One month after Egypt sought to end a dollar squeeze with the biggest currency devaluation in 13 years, the country is back to square one.
Money changers in North Africa’s biggest economy are selling hard currency at 11.47 Egyptian pounds, a record 29 percent premium to the official rate of 8.8 pounds per dollar, according to a Bloomberg survey on Wednesday of eight dealers who declined to be identified because their prices violate central bank rules. That surpassed the 24 percent gap that existed on the eve of Governor Tarek Amer’s devaluation decision on March 14, but had virtually vanished soon after.
The resurgence in unregulated trading is exerting pressure on Amer, who took the helm of the regulator in November, to follow through with a pledge of adopting a more flexible exchange rate. Four devaluations since the start of 2015 failed to quash the black market, a key supplier of foreign exchange for companies unable to meet their needs at banks. Traders of forward-rate agreements are predicting a 17 percent depreciation in the next 12 months.
“The market is looking for the value of the pound to be set by the aggregate of supply and demand, not by the central bank,” said Simon Williams, HSBC Holdings Plc’s London-based chief economist for central and eastern Europe, the Middle East and North Africa. “If that isn’t taking place, then it’s no surprise markets are disappointed.”
Traders on the black market have increased the price of dollars by 12 percent in the past week alone, according to Bloomberg’s survey, which is conducted in Cairo, Alexandria and Aswan.
The central bank has no intention to further devalue the pound, Amer was quoted by the country’s official news agency as saying on Wednesday. Currency weakness in the parallel market is due to people speculating and spreading rumors, he said, adding that they must be held accountable because they are harming the economy and national security. A day earlier, Finance Minister Amr El-Garhy said Egypt is facing a dollar shortage of “historical proportions,” according to a report in Al Shorouk newspaper.
For a few days, the steepest weakening of the pound since January 2003 seemed to work. The black-market premium for dollars fell to as low as 3 percent and optimism that the devaluation would bring in foreign inflows triggered the biggest monthly rally in Egyptian stocks in four years and sent Eurobonds due in 2025 up the most since they were sold last year.
That euphoria proved to be short-lived. As the central bank shut down some exchange bureaus at the end of March for selling the U.S. currency outside an official pricing band, companies were left with little choice than to pay more to get dollars from the dealers that remained open.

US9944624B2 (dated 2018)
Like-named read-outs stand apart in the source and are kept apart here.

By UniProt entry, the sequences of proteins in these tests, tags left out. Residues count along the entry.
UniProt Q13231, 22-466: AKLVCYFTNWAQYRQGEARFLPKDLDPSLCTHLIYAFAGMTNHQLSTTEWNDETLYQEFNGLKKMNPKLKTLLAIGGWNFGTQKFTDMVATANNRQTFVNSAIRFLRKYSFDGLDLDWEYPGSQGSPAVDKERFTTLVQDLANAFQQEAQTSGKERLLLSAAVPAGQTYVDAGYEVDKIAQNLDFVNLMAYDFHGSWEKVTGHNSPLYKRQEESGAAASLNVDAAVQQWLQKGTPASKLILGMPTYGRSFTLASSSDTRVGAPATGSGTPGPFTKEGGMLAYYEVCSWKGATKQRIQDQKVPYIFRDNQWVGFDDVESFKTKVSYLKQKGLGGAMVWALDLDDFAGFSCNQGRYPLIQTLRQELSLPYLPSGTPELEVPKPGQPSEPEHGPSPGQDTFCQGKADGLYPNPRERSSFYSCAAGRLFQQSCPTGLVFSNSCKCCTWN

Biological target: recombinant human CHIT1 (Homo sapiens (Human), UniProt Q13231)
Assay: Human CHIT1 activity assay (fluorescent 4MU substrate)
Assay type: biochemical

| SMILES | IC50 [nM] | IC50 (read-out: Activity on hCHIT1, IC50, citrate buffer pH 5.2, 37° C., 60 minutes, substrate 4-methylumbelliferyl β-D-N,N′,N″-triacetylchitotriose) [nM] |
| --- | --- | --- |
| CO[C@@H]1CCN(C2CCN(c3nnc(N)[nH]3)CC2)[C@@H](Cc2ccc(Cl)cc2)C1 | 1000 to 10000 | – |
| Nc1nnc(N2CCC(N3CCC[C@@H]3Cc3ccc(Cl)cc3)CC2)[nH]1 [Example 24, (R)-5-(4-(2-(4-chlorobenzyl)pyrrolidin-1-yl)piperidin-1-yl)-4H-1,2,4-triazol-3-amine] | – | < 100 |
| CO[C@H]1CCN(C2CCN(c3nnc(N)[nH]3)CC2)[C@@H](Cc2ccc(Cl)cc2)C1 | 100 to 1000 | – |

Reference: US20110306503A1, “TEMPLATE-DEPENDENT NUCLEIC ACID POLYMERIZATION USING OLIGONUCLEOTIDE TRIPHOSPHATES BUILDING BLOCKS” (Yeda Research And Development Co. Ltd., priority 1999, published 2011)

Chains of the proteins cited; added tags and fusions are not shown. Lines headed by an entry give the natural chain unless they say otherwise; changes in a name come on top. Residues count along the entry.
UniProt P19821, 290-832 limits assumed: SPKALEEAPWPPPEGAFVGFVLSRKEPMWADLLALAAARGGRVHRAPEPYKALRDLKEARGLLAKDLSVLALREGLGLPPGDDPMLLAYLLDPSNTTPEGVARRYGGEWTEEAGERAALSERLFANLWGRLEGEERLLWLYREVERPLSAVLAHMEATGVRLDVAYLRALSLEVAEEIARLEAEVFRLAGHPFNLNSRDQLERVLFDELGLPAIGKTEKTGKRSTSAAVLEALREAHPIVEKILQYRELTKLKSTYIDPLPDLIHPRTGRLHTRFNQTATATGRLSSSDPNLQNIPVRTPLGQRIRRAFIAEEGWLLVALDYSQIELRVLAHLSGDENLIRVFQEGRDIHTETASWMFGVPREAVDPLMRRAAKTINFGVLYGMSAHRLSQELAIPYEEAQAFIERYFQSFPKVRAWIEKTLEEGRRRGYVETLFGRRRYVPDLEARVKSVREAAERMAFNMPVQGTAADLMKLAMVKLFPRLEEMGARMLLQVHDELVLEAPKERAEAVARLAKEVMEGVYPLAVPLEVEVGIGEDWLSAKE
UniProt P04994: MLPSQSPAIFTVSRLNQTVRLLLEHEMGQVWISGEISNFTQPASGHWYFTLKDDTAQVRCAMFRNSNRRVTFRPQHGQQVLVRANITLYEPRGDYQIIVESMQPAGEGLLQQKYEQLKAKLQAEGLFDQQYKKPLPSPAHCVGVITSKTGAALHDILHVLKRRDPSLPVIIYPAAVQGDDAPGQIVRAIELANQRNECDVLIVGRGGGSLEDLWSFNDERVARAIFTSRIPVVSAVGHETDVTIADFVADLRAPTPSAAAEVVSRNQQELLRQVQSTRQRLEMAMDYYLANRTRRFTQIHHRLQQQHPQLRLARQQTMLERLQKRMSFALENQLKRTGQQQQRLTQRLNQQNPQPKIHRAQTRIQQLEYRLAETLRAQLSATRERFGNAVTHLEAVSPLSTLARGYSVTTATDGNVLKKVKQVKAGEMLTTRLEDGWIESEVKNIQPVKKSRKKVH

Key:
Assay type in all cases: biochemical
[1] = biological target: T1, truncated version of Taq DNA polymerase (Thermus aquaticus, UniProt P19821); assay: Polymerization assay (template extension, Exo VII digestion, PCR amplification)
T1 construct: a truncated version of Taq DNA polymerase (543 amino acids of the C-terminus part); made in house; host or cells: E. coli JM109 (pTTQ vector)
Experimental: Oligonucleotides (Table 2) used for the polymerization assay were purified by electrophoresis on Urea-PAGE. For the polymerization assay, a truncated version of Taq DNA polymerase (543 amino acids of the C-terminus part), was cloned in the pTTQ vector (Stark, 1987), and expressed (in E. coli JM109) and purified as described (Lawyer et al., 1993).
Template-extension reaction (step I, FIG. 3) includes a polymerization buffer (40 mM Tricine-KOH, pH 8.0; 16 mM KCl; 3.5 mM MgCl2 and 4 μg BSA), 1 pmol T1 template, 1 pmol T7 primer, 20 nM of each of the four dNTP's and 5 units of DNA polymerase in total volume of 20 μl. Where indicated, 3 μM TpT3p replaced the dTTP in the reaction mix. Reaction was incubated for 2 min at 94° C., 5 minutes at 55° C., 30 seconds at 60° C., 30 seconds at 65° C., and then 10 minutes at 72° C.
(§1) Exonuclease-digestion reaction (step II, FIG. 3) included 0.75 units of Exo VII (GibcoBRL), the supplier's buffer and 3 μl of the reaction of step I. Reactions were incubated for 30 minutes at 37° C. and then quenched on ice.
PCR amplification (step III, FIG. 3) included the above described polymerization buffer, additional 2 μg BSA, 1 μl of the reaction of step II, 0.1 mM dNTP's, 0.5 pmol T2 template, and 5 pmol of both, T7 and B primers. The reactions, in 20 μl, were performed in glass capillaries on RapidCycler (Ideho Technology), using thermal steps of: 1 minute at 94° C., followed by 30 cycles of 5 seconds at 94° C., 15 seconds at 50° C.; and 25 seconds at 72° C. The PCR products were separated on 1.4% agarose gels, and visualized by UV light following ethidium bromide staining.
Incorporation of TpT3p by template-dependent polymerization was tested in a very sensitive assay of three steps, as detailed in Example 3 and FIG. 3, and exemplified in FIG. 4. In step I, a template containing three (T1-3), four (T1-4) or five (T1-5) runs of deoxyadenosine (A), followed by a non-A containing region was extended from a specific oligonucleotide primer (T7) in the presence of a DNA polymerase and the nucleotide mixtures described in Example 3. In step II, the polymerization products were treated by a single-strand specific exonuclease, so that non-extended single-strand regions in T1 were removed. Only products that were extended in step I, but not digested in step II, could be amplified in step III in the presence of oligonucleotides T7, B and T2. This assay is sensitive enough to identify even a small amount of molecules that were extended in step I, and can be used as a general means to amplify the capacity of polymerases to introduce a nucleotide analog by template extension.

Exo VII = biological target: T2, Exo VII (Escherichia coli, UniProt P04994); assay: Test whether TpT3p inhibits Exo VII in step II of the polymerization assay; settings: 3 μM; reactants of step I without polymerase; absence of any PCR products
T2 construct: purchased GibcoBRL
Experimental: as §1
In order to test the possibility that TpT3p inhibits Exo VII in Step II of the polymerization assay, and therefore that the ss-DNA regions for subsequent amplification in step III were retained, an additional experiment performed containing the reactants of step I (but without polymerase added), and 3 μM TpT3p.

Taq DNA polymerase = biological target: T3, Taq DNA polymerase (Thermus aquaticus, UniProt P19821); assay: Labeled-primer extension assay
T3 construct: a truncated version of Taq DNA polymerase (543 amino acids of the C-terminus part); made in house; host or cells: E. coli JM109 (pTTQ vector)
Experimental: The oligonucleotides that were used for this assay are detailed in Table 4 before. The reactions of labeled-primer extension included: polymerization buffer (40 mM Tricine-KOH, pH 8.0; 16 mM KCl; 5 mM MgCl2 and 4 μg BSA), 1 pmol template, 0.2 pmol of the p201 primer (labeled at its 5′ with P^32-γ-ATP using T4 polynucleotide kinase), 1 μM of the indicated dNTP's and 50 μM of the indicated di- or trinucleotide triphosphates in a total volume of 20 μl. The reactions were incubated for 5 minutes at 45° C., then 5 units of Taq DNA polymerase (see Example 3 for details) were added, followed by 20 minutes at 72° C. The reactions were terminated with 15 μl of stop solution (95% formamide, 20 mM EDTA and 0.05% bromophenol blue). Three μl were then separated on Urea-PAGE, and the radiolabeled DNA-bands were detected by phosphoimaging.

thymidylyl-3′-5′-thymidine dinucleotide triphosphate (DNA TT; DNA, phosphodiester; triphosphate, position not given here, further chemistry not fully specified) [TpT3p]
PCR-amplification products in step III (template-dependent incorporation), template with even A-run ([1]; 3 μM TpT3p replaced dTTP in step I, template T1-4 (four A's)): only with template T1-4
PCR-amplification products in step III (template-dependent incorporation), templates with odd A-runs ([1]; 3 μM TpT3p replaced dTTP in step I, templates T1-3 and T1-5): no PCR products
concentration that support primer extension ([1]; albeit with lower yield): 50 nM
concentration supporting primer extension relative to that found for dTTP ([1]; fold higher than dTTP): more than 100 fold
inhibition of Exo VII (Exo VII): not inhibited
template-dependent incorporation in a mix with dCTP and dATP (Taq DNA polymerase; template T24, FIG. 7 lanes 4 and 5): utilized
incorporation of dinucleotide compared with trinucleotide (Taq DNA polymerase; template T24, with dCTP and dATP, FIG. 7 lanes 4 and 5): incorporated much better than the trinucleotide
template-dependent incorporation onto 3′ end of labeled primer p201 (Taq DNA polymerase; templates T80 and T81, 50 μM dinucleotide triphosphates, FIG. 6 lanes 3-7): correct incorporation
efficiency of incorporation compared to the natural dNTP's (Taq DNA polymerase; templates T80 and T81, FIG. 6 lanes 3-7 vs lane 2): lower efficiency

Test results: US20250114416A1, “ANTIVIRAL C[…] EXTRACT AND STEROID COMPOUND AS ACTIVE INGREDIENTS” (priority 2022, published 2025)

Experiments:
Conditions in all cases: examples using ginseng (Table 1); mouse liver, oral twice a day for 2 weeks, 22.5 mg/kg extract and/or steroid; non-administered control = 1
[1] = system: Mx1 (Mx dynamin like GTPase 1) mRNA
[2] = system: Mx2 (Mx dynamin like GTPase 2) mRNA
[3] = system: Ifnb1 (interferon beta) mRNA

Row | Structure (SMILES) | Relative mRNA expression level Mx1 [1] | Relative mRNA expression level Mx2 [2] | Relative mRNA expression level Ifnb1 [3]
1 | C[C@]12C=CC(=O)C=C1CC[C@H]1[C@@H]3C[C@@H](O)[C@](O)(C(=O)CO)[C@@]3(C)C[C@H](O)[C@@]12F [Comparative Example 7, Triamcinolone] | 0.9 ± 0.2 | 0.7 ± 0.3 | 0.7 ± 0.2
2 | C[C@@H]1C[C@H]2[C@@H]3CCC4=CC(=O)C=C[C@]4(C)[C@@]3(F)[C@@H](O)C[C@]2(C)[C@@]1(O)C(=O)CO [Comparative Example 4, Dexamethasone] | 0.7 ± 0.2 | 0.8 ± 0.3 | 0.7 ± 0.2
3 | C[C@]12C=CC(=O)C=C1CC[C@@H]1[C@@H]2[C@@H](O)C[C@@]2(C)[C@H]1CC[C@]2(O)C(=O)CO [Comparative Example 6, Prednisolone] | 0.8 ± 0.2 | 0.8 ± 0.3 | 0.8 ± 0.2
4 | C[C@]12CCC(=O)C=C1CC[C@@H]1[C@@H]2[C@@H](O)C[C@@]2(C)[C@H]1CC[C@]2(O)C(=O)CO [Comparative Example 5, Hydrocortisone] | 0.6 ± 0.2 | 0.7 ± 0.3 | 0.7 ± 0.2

Aside from the widening black-market premium, the difference in price between Egyptian stocks traded abroad and those at home also points to a pound under duress. The average difference in prices of Egypt’s three most active stocks abroad compared with their value at home indicated a pound rate of 10.83 per dollar today, the weakest since Bloomberg started tracking the data a year ago.
Still, Egyptian officials may hesitate to follow in the footsteps of other emerging markets like Azerbaijan and Argentina that abandoned fixed exchange rates in the past eight months. That’s because devaluations can be inflationary. Consumer-price growth is projected to stay at or above 10 percent for the third straight year, a trend that’s hurting the nation’s poorest people the most. Nearly half of Egypt’s 90 million people are living near or below the United Nations poverty line.
The dollar shortage that’s making life difficult for businesses that rely on imported components will probably persist until the pound reaches its fair value, said Williams. Traders of non-deliverable pound forwards are buying contracts that predict the currency will depreciate to 9.325 per dollar in the next three months, and to 10.65 in 12 months.
“It’s about turning around the cycle of expectations,” said Stephen Bailey-Smith, a strategist at Global Evolution Fonds A/S in Denmark who helps manage about $2.5 billion of emerging and frontier-market debt and has traded Egyptian pound NDFs. Holders of dollars “will only give them up if they feel like there’s enough of a reward or if they expect their value to decline. Neither is the case right now.”